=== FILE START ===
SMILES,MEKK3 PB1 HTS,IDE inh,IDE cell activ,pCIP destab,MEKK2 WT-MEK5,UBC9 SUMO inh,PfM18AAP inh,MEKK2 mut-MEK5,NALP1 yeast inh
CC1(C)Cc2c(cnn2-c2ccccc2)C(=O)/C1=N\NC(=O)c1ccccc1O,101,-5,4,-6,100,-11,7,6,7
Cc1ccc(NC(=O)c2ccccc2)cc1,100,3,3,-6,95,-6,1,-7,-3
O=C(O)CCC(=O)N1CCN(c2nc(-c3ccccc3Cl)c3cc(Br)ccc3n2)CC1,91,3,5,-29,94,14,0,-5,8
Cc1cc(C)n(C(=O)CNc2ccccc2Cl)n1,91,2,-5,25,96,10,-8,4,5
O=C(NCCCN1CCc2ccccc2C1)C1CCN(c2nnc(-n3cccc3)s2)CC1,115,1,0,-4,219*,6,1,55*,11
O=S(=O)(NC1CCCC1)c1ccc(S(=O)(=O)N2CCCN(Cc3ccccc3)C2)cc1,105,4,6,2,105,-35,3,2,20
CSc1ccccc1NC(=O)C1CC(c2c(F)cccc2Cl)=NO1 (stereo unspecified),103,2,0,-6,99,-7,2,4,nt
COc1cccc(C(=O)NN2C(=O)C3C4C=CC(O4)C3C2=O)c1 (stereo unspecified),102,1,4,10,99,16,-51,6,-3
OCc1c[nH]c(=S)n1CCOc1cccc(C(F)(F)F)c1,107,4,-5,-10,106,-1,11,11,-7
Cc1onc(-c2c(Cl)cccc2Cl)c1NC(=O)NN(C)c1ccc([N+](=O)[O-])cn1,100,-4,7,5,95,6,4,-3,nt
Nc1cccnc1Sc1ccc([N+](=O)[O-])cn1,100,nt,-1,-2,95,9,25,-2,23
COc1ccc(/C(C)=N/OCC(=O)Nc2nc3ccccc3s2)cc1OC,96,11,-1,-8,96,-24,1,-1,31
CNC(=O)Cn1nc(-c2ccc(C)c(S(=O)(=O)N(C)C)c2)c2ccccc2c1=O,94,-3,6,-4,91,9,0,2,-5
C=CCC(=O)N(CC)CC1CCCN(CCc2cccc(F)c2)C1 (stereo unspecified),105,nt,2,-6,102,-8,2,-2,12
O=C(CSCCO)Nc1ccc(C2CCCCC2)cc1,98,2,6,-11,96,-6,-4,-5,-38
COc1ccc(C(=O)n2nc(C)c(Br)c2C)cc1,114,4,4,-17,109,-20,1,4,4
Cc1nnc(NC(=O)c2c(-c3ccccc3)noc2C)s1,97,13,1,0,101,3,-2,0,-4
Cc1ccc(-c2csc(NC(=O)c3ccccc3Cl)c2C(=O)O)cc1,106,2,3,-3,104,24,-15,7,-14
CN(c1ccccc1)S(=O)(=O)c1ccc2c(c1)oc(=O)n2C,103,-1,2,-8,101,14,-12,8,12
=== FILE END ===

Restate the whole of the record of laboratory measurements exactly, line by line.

SMILES,MEKK3 PB1 HTS,IDE inh,IDE cell activ,pCIP destab,MEKK2 WT-MEK5,UBC9 SUMO inh,PfM18AAP inh,MEKK2 mut-MEK5,NALP1 yeast inh
CC1(C)Cc2c(cnn2-c2ccccc2)C(=O)/C1=N\NC(=O)c1ccccc1O,101,-5,4,-6,100,-11,7,6,7
Cc1ccc(NC(=O)c2ccccc2)cc1,100,3,3,-6,95,-6,1,-7,-3
O=C(O)CCC(=O)N1CCN(c2nc(-c3ccccc3Cl)c3cc(Br)ccc3n2)CC1,91,3,5,-29,94,14,0,-5,8
Cc1cc(C)n(C(=O)CNc2ccccc2Cl)n1,91,2,-5,25,96,10,-8,4,5
O=C(NCCCN1CCc2ccccc2C1)C1CCN(c2nnc(-n3cccc3)s2)CC1,115,1,0,-4,219*,6,1,55*,11
O=S(=O)(NC1CCCC1)c1ccc(S(=O)(=O)N2CCCN(Cc3ccccc3)C2)cc1,105,4,6,2,105,-35,3,2,20
CSc1ccccc1NC(=O)C1CC(c2c(F)cccc2Cl)=NO1 (stereo unspecified),103,2,0,-6,99,-7,2,4,nt
COc1cccc(C(=O)NN2C(=O)C3C4C=CC(O4)C3C2=O)c1 (stereo unspecified),102,1,4,10,99,16,-51,6,-3
OCc1c[nH]c(=S)n1CCOc1cccc(C(F)(F)F)c1,107,4,-5,-10,106,-1,11,11,-7
Cc1onc(-c2c(Cl)cccc2Cl)c1NC(=O)NN(C)c1ccc([N+](=O)[O-])cn1,100,-4,7,5,95,6,4,-3,nt
Nc1cccnc1Sc1ccc([N+](=O)[O-])cn1,100,nt,-1,-2,95,9,25,-2,23
COc1ccc(/C(C)=N/OCC(=O)Nc2nc3ccccc3s2)cc1OC,96,11,-1,-8,96,-24,1,-1,31
CNC(=O)Cn1nc(-c2ccc(C)c(S(=O)(=O)N(C)C)c2)c2ccccc2c1=O,94,-3,6,-4,91,9,0,2,-5
C=CCC(=O)N(CC)CC1CCCN(CCc2cccc(F)c2)C1 (stereo unspecified),105,nt,2,-6,102,-8,2,-2,12
O=C(CSCCO)Nc1ccc(C2CCCCC2)cc1,98,2,6,-11,96,-6,-4,-5,-38
COc1ccc(C(=O)n2nc(C)c(Br)c2C)cc1,114,4,4,-17,109,-20,1,4,4
Cc1nnc(NC(=O)c2c(-c3ccccc3)noc2C)s1,97,13,1,0,101,3,-2,0,-4
Cc1ccc(-c2csc(NC(=O)c3ccccc3Cl)c2C(=O)O)cc1,106,2,3,-3,104,24,-15,7,-14
CN(c1ccccc1)S(=O)(=O)c1ccc2c(c1)oc(=O)n2C,103,-1,2,-8,101,14,-12,8,12